English poetry of XVIII century.
The 18th century in Britain was to calm and complacent too sure of itself and its standards too certain that it lived in the vest of all possible worlds.
The 18th century too often ignored the secret inner life of men, their hidden dreams and hopes all that belonged to men as individuals and not as members of society. Even the writers who seem to us typically 18th century figures show that the pressure of this conformity was too much for them: Jonathan Swift, e.g. for all his powerful intellect revealed some dark madness in his savage satires.
Something had to break into this public literature of an ordered and self-satisfied society – and that “something” is the other side of man’s life, his inner world of wonder and strange feelings all that cannot be expressed in a social mood of philosophic calm.
This break is most obvious in the poetry of Thomas Grey, Oliver Goldsmith, Edward Young and Robert Burns.
Edward Young is a founder of the so called cemetery or grave poetry. Young poetizes the grave silence and solitude among tombs. Lying in graves the deads are seemed to him the happy “people who are free from chains of real life”. They are happy in comparison with the sufferings of alive persons. The poet wonders over the cemetery in his famous “The complaint, or Night Thoughts on Life, Death, and Immortality; he finds consolation in the dead silence and deep darkness.
A very important figure in this trend is Thomas Gray. In his day he was recognized as the foremost English poet; he was offered (but declined to accept) the position of poet laureate. Today he is remembered chiefly as the author of one of the best-known poems in the English language: “Elegy written in a Country Churchyard”, which was 9 years in the writing. Gray represents the transition from classical to romantic literature in England – from the strictly patterned verse of the 17th century to the simpler, freer verse forms and the depiction of nature and common life found in later Romantic poets. Here are some lines from his famous poem:
The curfew tolls the knell of parting day
The lowing herd wind slowly over the lea
the plowman homewards plods his weary way
And leaves the world to darkness and to me.
… Beneath those rugged elms, that yew tree’s shade
where heaves the turf in many a moldering heap
Each in his narrow cell forever laid,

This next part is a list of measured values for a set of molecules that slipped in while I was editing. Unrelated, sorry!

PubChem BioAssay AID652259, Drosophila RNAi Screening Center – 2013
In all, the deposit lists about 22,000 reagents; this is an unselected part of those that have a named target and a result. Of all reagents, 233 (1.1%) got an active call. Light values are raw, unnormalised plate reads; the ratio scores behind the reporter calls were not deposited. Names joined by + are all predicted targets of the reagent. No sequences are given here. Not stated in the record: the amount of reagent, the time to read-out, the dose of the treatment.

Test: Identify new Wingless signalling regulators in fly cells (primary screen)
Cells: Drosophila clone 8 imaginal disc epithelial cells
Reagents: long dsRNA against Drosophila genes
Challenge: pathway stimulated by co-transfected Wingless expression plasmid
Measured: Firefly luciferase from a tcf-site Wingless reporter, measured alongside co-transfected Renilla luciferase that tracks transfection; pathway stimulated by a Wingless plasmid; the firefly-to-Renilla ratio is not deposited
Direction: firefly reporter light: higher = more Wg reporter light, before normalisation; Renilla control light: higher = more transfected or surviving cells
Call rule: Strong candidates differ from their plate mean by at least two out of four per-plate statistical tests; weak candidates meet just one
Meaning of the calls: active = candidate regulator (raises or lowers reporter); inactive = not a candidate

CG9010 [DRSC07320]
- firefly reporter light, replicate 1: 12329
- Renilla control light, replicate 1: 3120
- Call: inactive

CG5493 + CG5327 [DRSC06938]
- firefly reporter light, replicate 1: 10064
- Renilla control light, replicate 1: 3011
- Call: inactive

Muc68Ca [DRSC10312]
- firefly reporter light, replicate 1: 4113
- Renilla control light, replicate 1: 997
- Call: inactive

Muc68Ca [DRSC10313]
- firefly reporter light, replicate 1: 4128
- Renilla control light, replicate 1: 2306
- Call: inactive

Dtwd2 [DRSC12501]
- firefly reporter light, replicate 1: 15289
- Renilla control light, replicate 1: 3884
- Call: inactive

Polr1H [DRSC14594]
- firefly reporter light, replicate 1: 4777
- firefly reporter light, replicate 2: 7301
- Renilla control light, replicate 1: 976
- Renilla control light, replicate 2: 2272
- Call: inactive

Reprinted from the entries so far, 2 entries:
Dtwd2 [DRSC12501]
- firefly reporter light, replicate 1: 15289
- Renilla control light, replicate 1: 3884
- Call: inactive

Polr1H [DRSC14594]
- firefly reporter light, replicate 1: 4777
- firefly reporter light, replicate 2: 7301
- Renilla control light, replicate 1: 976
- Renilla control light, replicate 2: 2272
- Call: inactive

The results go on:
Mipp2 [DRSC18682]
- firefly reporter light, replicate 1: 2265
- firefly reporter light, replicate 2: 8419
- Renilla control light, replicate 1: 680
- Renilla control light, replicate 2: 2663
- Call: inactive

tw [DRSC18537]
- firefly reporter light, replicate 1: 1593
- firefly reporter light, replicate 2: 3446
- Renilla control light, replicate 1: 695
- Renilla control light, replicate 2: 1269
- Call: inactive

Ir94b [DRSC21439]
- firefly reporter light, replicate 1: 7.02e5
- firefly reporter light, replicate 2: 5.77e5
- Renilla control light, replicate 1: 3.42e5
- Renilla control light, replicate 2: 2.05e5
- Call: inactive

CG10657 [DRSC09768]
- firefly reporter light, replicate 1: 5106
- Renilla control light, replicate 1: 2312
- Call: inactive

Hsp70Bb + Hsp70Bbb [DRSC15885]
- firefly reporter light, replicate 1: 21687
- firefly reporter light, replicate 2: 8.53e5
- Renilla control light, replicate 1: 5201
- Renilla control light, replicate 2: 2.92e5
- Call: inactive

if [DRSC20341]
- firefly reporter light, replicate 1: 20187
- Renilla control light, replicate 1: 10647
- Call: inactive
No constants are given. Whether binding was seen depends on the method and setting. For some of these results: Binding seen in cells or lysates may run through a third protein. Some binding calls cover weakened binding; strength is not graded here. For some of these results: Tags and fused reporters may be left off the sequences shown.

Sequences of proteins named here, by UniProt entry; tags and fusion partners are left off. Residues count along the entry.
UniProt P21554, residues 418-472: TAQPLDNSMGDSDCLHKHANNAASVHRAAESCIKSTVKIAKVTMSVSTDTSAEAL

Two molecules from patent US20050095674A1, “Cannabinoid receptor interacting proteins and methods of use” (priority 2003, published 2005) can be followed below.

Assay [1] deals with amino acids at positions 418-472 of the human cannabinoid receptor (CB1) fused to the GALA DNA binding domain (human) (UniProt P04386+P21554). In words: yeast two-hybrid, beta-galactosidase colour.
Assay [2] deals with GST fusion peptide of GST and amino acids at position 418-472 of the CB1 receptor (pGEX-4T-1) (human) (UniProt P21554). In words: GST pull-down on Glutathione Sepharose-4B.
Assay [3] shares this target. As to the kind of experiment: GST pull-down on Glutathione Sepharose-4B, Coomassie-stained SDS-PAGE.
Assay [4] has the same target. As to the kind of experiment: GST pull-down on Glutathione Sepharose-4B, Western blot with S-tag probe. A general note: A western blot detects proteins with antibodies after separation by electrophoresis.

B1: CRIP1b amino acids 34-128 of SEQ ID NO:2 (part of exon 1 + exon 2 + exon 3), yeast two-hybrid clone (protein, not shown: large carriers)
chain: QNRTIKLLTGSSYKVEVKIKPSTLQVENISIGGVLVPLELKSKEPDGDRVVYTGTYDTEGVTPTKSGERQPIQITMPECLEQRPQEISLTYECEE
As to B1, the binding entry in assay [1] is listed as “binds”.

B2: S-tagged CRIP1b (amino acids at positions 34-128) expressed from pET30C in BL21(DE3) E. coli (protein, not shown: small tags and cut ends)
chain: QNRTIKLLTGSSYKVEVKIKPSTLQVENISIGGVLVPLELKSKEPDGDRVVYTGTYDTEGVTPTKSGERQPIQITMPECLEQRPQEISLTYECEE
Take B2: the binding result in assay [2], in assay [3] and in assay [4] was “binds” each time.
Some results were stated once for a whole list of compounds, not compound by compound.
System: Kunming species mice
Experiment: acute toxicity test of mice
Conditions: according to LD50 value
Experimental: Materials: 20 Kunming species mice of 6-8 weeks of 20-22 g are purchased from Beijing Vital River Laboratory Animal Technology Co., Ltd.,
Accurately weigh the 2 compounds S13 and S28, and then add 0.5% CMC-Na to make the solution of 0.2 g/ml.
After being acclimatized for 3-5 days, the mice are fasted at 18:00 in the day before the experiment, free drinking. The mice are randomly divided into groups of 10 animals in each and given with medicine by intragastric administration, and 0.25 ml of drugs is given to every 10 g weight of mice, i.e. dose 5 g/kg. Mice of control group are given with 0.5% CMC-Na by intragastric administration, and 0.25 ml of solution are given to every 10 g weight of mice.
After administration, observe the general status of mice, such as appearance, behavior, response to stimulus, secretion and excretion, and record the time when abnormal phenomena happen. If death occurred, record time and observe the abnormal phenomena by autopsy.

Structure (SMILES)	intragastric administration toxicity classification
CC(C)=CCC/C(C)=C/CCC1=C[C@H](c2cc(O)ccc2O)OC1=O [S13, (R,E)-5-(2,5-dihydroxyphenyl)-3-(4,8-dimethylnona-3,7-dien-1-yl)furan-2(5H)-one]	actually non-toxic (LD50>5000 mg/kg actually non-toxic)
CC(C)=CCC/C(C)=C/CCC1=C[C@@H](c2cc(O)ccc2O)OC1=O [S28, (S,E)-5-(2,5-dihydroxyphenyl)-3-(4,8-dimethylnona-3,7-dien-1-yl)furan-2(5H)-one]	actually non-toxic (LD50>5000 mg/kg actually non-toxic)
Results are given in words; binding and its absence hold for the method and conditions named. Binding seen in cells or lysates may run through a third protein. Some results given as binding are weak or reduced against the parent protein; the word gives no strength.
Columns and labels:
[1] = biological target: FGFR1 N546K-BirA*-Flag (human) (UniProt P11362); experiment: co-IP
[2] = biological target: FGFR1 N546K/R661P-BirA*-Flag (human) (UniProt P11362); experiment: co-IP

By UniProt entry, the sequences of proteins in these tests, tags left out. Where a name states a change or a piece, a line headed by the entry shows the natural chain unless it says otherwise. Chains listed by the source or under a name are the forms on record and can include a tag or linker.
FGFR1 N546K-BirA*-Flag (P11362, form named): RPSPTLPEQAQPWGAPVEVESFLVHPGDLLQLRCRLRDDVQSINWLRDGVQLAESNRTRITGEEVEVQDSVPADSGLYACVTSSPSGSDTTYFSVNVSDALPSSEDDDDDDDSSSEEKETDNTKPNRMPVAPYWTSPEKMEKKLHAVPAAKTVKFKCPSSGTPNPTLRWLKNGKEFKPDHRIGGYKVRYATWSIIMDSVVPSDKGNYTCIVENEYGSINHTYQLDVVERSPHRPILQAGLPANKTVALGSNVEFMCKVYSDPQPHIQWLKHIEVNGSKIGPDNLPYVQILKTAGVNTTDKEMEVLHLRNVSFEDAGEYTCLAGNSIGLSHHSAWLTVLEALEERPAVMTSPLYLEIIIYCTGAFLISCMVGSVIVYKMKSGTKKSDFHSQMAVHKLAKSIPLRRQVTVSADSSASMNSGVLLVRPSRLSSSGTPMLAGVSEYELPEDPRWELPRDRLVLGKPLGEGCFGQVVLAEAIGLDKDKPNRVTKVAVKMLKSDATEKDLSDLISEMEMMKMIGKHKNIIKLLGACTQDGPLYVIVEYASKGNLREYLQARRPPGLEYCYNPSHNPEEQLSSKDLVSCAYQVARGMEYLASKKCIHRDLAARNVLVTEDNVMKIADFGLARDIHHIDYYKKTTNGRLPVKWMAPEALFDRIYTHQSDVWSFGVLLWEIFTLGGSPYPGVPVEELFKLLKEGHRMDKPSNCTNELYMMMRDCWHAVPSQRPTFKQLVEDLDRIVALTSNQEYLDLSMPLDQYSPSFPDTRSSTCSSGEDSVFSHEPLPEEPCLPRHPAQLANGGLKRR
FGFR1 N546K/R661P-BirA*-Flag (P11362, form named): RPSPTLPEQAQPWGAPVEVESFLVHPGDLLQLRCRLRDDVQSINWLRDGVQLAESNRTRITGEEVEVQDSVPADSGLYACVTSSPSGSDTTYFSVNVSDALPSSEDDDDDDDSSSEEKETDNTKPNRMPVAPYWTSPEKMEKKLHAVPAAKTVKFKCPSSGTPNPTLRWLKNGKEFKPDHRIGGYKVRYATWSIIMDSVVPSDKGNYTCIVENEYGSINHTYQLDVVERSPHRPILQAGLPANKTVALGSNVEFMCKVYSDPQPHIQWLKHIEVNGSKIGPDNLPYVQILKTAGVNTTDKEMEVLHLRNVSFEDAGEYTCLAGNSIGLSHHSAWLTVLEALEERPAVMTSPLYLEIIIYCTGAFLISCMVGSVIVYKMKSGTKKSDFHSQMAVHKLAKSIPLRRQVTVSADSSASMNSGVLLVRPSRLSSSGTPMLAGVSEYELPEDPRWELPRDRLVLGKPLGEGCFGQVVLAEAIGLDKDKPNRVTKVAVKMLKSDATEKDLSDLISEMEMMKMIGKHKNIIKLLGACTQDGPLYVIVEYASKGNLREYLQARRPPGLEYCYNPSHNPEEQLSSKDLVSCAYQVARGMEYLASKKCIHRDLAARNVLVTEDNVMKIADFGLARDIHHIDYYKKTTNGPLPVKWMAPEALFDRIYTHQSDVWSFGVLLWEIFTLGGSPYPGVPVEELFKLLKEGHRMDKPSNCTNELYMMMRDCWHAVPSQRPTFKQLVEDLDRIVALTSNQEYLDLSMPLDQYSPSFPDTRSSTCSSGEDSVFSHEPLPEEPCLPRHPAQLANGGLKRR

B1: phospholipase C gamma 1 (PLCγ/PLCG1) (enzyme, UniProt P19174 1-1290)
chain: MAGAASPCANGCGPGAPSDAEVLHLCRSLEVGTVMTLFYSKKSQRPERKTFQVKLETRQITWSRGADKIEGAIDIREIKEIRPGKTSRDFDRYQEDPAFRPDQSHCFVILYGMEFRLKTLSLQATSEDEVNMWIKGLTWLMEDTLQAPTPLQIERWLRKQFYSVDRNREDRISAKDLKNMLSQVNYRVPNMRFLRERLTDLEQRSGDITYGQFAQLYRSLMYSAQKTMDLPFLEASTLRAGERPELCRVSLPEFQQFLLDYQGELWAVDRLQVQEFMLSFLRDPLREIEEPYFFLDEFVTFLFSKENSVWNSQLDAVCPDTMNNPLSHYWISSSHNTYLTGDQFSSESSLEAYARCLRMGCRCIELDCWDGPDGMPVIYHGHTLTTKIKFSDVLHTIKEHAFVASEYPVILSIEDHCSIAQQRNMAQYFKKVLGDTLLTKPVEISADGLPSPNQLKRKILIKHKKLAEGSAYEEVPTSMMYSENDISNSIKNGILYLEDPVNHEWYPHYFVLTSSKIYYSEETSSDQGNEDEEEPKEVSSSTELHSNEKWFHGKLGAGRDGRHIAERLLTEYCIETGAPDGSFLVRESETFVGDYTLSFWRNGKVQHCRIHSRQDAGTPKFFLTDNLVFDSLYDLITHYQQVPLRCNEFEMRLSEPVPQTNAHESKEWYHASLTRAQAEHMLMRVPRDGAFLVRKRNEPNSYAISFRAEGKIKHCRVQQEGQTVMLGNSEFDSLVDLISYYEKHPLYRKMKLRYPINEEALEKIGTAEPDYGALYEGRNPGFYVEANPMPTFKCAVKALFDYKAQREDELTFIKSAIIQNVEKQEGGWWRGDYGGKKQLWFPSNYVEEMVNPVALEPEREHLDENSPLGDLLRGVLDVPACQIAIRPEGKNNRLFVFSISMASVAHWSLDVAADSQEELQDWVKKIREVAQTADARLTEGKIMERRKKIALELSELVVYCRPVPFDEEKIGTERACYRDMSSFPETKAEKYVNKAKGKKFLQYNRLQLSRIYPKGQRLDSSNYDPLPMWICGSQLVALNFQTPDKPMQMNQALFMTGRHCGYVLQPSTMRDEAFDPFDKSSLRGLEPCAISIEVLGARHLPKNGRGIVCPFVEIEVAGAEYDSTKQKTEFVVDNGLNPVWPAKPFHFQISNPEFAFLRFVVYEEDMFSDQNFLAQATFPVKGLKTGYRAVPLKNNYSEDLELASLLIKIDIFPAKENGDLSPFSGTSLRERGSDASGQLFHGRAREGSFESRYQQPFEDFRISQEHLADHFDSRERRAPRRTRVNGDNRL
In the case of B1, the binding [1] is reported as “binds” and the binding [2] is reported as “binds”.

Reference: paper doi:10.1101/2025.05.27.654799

The rude forefather’s of the Hamlet sleep.
Oliver Goldsmith has the unique distinction among the 18th century writers of Having produced an unforgettable poem “The Deserted Village”. Here the author describes a fictitious Irish village of Auburn, whose people have been driven away by bigger landowners, and this one is probably similar to the village where Goldsmith spent his boyhood.
Sweet Auburn! Loveliest village of the plain,
Where health and plenty cheered the labouring
Where smiling spring its earliest visit paid,
And parting summer’s lingering blooms delayed;
Dear lovely bowers of innocence and ease,
Seats of my youth, when every sport could please
How often have I loited over thy green
Where humble happiness endeared each scene!
Robert Burns might be well called the national poet of Scotland. He is the last and we might say the greatest of the British poets of the 18th century. His works reflected the best humanistic principles of the age of the Enlightenment. But the poetry of Burns passes beyond the limits of the Enlightenment. People’s poet, contemporary of the French Revolution, Burns created works full of revolutionary terror which were altogether different from the works of the majority of the English of the Enlightenment. By its ardent and militant humanistic pathos, the work of Burns anticipated the best features of the English revolutionary romanticism of the 19th century.
In his early works the poet laughs at the reactionary Scottish clergy, who held a considerable part of the Scottish peasantry in terror and submission. His poems were circulated in manuscript form among his countrymen. These satires and his love songs openly violated the unwritten laws of Puritanical morals and Burns was several times threatened with putting him in an peculiar pillory. The preachers spoke against him from the pulpits.
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